That could mean some weight loss procedures are covered while others are not. And there's no guarantee that the coverage pays for all costs associated with the surgery. If bariatric surgery is something you're interested in, it's best to compare plans and look into the fine print of exactly what's covered.

7. Preventative Tests

This one is a little murky since many tests are covered by insurance, while others are not. Mammograms, cholesterol screenings and colonoscopies are covered, for example, while Prostate Specific Antigen (PSA) screenings are not.

There are three government agencies that determine what's considered "recommended preventative care," says Norris. "If there isn't enough evidence to recommend specific preventive care, it's not included in the list of care that's covered in full by health insurance companies."

"That's why PSA tests aren't included in the list of covered preventive care, for example. Another example of a preventive screening that's not required to be covered is Vitamin D testing, since the U.S. Preventative Services Task Force (one of the three agencies that set the guidelines) considers the evidence of its value to be insufficient at this point," says Norris.

To see a list of preventative services covered for all adults, click here. To see a list of preventative services covered for women, click here.

8. Some Medications

The good news is that prescription medication falls under the list of ten essental health benefits, which means medication is covered by insurance. However, as Rickard says, "the devil is in the details."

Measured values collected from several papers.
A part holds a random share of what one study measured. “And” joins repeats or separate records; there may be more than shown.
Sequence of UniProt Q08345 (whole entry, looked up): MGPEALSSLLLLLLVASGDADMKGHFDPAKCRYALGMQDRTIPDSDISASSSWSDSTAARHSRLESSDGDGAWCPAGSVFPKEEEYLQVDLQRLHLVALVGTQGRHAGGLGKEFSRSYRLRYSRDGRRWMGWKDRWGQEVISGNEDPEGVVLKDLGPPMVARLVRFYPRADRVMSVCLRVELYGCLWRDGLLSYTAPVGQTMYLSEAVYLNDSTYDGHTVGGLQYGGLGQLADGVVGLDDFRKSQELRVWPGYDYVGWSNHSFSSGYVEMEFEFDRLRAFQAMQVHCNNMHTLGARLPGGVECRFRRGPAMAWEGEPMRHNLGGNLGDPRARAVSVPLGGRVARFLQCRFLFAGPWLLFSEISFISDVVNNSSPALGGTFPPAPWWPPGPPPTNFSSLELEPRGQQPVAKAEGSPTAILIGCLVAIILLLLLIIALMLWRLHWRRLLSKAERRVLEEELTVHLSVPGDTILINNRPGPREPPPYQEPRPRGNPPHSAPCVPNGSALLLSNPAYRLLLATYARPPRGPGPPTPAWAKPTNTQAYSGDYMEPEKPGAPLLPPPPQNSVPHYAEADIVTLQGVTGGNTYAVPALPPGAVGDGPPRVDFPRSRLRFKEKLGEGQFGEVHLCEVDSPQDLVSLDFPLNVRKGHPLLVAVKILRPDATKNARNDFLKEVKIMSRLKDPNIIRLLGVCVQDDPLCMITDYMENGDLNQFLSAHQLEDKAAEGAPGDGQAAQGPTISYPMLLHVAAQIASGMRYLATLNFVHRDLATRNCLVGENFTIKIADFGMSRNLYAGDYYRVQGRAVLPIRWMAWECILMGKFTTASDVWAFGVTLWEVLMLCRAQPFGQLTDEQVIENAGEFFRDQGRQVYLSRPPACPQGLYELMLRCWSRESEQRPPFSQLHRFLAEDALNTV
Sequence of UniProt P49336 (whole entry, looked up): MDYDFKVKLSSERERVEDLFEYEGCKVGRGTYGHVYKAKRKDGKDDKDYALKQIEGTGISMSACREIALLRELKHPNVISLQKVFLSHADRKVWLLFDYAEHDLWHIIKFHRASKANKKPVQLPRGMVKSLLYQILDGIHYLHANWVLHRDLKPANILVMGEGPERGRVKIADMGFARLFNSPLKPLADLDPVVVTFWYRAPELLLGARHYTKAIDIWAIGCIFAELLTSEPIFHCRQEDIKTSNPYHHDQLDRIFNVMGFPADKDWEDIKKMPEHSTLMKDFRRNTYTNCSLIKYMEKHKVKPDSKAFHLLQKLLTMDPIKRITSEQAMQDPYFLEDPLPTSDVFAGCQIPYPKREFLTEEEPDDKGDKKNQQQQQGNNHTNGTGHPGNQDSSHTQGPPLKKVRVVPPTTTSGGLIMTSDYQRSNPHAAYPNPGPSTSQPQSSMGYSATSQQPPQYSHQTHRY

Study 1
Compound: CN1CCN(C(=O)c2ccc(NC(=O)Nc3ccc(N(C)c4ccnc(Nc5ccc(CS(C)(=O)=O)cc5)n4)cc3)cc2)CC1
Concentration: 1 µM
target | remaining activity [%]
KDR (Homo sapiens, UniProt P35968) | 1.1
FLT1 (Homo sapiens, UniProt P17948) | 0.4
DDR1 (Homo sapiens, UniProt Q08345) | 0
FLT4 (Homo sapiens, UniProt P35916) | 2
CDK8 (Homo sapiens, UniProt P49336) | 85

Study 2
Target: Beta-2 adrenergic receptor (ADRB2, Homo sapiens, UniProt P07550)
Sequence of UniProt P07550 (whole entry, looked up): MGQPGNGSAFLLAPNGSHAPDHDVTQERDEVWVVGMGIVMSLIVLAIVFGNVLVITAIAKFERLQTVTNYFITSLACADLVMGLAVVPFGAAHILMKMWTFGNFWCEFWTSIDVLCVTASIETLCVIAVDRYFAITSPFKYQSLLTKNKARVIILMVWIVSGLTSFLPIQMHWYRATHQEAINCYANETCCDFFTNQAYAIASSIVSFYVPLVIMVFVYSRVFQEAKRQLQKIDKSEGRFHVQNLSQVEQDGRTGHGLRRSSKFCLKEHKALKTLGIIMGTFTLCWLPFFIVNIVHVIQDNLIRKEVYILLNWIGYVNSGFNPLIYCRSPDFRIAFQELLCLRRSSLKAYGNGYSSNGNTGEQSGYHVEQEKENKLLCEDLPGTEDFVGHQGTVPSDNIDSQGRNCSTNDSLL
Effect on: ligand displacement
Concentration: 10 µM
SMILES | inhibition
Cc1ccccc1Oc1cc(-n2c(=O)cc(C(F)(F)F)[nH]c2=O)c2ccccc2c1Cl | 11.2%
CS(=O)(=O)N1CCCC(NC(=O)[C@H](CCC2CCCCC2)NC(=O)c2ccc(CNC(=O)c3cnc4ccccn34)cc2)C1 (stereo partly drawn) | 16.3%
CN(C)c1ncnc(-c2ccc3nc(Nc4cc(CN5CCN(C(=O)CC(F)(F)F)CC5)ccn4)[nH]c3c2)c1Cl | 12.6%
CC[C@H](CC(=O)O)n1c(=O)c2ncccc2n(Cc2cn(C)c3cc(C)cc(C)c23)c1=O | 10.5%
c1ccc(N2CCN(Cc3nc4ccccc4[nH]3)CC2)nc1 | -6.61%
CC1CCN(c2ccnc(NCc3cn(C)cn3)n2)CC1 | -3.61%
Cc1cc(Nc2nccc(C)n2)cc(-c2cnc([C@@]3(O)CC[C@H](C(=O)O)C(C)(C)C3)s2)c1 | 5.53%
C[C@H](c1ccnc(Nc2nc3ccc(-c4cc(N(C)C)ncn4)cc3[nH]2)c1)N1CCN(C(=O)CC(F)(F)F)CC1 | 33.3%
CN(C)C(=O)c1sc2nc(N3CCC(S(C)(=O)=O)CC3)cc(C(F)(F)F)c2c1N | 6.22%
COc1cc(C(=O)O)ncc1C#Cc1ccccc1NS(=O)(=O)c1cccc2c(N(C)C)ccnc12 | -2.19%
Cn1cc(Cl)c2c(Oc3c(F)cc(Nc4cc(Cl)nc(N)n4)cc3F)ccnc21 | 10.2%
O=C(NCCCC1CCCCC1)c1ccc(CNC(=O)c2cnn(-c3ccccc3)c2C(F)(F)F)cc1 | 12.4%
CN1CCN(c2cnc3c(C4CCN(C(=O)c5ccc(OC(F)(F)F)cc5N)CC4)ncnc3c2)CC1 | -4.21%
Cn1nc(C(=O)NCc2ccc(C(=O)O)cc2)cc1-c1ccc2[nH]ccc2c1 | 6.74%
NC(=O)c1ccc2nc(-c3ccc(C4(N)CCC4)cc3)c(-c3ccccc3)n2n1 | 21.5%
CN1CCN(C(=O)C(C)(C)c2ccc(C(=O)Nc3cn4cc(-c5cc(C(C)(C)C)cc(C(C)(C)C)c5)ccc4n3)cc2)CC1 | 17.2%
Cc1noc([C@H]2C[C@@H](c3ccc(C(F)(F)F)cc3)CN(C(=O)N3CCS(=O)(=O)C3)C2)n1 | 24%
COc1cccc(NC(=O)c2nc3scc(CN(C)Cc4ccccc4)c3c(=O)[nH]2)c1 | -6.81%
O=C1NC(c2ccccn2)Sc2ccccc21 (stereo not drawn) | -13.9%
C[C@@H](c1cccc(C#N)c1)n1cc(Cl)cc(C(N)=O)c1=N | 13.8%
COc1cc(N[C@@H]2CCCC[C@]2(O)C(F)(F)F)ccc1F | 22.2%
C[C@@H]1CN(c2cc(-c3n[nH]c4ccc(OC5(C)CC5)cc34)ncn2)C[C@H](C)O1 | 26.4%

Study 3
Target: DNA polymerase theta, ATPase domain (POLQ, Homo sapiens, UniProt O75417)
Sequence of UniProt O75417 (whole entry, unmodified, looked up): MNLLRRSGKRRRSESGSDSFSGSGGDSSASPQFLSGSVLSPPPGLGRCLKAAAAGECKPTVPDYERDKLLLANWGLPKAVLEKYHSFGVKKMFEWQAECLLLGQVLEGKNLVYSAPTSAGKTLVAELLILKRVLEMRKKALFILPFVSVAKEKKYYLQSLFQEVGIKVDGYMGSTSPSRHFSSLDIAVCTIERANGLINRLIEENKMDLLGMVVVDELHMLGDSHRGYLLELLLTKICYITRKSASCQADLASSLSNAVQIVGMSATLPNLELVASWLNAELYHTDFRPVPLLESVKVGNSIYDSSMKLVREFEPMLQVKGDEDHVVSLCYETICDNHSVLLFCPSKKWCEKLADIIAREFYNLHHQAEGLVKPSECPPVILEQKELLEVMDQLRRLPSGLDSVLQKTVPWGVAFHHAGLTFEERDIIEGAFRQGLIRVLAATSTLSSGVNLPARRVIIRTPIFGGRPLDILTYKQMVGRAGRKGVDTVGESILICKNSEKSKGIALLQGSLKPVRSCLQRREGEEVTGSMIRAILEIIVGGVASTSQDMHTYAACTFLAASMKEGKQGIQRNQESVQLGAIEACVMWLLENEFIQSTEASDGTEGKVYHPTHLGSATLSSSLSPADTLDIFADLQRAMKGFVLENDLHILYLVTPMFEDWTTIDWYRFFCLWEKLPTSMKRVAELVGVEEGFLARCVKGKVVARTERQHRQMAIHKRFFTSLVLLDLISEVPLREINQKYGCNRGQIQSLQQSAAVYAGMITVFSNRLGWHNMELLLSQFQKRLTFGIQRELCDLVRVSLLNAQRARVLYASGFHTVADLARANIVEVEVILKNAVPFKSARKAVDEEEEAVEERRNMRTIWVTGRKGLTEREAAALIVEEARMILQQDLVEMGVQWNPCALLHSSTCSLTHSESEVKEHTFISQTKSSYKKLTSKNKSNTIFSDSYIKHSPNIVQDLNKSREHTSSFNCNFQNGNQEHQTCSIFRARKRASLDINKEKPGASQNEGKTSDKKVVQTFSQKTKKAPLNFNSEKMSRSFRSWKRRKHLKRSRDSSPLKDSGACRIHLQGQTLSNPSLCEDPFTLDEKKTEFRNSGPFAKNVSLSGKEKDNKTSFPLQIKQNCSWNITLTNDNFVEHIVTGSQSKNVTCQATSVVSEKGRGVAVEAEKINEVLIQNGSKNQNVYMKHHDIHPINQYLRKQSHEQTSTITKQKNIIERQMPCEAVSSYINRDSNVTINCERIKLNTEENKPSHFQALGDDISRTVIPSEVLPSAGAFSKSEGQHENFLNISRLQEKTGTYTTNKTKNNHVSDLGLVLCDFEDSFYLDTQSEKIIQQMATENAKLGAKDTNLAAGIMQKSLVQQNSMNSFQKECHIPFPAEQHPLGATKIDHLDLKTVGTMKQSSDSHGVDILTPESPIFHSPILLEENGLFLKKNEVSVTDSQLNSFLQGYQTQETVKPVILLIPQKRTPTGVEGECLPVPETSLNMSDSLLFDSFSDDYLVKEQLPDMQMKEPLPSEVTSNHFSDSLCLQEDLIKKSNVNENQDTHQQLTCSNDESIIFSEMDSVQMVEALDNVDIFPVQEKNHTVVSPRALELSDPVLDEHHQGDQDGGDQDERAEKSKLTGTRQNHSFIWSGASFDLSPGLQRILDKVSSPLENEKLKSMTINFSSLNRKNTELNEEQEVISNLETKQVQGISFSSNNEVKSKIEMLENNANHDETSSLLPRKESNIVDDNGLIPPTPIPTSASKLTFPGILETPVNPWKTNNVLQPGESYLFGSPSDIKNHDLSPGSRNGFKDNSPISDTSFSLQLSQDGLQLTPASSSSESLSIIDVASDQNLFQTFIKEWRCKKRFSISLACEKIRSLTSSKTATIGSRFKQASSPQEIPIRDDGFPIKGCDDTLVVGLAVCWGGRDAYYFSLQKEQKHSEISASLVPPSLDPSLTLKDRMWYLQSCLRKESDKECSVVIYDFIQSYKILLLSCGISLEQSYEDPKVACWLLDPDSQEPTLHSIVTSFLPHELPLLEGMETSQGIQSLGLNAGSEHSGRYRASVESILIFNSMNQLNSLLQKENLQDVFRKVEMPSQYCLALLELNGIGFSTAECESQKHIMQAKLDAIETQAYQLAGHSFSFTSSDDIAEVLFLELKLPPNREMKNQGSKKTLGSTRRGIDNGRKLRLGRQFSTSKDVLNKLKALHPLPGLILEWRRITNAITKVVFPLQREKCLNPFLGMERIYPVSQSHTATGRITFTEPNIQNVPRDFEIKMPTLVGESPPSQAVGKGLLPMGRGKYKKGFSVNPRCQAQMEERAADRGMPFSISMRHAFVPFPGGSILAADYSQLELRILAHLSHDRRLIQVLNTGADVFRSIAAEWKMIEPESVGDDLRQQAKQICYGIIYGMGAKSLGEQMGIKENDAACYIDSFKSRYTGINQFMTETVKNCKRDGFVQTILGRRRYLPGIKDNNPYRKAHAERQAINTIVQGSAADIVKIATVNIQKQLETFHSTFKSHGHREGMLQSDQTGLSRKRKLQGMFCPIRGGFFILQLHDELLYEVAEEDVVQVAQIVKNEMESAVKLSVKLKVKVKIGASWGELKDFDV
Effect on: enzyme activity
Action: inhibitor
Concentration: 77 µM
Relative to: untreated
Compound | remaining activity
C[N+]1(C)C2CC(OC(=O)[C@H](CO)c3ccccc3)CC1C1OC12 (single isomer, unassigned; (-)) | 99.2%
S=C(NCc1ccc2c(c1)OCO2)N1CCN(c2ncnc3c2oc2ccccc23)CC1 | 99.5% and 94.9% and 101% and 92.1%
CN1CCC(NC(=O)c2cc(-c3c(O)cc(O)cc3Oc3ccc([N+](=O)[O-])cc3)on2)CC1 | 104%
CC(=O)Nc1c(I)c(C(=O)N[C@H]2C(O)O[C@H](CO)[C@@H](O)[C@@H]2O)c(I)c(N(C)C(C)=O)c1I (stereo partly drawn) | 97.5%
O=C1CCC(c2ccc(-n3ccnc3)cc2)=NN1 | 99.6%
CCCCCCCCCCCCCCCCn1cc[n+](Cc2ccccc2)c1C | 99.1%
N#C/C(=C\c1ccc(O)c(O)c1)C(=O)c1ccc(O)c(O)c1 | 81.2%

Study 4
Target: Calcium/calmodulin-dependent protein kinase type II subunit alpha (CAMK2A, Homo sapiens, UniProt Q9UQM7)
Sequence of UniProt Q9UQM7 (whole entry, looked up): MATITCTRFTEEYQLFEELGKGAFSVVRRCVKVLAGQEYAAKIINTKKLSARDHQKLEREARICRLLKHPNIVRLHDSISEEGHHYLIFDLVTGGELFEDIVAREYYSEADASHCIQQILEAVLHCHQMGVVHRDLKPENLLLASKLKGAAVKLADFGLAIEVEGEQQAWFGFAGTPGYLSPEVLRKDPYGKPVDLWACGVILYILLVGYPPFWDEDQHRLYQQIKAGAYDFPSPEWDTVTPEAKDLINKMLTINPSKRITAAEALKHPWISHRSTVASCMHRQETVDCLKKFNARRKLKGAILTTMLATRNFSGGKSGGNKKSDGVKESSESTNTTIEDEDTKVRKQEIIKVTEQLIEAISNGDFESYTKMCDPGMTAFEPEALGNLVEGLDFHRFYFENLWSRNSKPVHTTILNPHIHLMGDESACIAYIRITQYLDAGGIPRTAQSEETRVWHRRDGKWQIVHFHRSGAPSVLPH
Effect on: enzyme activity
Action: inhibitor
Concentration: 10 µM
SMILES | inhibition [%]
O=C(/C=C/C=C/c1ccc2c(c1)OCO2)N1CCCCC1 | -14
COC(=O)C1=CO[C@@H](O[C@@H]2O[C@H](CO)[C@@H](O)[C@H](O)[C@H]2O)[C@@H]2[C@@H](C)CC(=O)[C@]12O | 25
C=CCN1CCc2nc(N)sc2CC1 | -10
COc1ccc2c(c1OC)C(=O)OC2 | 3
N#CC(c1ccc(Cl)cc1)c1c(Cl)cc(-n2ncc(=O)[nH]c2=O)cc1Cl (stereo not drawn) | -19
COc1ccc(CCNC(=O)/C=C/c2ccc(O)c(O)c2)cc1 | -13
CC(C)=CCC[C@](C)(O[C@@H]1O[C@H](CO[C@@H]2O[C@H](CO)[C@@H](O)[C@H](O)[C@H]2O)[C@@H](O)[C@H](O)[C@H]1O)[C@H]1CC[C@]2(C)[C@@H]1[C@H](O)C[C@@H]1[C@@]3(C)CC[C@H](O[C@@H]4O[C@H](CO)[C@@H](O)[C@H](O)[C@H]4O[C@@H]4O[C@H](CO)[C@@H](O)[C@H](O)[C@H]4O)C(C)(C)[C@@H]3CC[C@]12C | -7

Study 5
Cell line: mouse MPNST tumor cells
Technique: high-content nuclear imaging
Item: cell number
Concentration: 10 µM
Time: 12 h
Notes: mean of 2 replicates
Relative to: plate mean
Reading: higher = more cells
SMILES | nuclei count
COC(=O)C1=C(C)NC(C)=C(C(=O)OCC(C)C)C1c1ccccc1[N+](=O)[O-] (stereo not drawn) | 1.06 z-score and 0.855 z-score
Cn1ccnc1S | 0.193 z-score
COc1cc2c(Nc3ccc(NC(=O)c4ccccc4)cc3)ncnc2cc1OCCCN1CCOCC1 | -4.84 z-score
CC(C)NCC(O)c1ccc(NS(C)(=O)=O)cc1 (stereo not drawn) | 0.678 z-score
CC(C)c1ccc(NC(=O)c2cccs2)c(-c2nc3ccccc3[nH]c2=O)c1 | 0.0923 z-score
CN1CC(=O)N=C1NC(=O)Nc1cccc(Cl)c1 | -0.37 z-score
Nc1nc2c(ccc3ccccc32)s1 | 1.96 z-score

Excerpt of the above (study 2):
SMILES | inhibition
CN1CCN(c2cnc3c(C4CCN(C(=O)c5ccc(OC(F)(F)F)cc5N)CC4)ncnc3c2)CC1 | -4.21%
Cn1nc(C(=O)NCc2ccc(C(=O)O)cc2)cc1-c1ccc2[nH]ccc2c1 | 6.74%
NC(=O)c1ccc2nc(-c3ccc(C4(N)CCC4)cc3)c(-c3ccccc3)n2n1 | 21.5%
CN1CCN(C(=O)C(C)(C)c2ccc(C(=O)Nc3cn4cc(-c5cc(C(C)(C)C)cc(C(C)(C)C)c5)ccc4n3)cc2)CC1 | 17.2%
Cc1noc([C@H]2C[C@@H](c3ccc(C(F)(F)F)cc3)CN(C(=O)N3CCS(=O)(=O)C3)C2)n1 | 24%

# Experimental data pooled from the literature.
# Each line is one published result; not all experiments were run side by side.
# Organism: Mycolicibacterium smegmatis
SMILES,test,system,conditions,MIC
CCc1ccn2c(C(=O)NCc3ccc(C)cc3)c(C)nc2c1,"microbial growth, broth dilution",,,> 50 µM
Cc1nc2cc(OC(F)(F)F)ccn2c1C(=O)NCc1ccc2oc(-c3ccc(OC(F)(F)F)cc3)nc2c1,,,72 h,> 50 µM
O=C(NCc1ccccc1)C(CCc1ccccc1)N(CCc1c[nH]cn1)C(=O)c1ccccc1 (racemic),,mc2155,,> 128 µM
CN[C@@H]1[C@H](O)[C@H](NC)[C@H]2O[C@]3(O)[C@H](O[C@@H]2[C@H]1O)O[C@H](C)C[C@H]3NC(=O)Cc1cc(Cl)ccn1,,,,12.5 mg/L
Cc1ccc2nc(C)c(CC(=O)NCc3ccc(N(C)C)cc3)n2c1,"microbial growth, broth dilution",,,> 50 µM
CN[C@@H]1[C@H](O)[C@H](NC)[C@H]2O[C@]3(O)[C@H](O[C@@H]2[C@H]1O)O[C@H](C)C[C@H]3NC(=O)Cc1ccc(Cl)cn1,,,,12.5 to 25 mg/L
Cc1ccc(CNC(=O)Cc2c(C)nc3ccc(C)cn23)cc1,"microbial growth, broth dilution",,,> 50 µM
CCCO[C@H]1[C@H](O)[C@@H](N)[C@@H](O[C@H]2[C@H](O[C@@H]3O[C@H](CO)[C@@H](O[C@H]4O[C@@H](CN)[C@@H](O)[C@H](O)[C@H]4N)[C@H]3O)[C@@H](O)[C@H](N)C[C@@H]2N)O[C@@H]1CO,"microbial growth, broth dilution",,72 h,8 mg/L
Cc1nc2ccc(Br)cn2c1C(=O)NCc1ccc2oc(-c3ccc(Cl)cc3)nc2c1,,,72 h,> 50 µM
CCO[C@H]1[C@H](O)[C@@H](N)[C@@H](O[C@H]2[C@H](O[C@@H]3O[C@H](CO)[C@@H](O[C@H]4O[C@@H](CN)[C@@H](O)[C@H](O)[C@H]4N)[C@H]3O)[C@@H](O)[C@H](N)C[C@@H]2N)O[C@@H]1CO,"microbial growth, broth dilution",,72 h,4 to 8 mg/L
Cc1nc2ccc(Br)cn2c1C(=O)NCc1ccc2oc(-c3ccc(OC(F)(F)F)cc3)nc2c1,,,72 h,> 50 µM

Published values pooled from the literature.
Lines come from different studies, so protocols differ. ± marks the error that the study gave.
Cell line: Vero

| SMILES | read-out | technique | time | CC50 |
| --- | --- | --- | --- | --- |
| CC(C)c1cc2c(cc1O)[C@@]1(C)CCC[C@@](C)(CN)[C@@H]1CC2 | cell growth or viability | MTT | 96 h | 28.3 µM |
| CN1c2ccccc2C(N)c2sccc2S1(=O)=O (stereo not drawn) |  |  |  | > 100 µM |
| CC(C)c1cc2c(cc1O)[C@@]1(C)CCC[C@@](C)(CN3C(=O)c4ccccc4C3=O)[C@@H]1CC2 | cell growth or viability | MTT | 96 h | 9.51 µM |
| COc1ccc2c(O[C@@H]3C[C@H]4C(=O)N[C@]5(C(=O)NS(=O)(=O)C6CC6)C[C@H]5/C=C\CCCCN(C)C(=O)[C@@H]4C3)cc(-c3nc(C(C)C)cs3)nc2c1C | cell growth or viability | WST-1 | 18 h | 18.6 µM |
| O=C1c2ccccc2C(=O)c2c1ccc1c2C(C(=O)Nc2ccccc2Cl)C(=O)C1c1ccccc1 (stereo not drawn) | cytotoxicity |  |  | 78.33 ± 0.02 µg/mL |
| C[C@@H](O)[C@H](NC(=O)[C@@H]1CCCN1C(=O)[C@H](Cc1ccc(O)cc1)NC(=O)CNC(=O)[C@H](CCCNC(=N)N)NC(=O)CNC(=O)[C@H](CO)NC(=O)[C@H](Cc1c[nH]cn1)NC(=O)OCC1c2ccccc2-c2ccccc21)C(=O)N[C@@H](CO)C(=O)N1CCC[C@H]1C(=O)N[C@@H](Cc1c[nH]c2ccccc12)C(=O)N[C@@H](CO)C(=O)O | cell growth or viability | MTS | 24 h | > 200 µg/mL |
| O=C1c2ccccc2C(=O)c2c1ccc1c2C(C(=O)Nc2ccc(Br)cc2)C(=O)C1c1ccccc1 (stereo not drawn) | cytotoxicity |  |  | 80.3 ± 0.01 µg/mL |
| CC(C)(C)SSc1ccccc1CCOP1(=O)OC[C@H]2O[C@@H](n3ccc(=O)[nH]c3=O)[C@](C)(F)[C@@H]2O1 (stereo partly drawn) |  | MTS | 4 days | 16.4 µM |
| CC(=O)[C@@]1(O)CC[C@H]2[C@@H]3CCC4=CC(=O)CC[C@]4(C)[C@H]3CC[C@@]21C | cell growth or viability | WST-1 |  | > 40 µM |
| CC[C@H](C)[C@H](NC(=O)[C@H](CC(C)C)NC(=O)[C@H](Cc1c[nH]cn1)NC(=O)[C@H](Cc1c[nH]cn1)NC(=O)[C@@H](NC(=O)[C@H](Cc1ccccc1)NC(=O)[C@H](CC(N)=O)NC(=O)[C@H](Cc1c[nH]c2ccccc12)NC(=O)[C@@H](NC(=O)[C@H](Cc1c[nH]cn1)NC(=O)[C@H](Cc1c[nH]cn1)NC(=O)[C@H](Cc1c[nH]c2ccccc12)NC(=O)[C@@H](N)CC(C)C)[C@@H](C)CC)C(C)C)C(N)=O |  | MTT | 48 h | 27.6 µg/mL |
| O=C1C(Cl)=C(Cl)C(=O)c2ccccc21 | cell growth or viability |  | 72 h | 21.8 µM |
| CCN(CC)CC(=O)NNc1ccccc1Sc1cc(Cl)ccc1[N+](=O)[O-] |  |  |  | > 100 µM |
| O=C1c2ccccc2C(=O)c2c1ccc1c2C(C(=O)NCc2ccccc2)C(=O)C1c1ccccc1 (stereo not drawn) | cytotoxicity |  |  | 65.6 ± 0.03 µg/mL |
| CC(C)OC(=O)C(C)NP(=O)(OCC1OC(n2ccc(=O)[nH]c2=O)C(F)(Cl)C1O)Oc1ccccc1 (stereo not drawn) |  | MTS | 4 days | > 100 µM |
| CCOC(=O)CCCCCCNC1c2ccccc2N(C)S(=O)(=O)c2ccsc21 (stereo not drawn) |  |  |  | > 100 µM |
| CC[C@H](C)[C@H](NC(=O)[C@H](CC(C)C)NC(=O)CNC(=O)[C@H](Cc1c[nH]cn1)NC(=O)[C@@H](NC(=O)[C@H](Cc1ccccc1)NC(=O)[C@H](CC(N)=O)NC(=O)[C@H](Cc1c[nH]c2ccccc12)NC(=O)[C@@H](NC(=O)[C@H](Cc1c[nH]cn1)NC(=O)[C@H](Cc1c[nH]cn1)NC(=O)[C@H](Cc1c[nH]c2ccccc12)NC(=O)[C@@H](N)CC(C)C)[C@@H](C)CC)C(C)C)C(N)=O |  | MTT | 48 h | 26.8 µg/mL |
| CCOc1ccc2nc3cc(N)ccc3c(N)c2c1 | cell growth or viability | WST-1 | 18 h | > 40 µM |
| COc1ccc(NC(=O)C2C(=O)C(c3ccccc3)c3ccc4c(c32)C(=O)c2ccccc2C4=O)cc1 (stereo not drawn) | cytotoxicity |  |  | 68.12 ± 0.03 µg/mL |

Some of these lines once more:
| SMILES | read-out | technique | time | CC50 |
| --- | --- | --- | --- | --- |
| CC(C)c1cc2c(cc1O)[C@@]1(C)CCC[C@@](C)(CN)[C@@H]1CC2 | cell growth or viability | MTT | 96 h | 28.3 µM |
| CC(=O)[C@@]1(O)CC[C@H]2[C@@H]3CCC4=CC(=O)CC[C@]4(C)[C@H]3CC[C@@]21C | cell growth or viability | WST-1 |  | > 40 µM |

Health insurers have lists of covered medications called formularies, and the insurers have a lot of flexibility in creating their formularies. According to Norris, "they have to cover at least the greater of: One drug in every United States Pharmacopeia (USP) category and class, or the same number of drugs in each USP category and class as the state’s essential health benefits benchmark plan."

In other words, insurance companies do not have to cover all drugs. They can instead, pick and choose, and cover one drug in each class. It's also more likely that generic drugs will be covered more often than brand name. The best thing to do is to make a list of all medications you take, then research which medications different plans cover. Also keep in mind that formularies each have tiers of drugs. The higher the tier, the higher the out-of-pocket cost.

If you have Original Medicare, you must purchase a Prescription Drug (Part D) plan to cover your medication expenses. Some Medicare Advantage plans include prescripion drug coverage.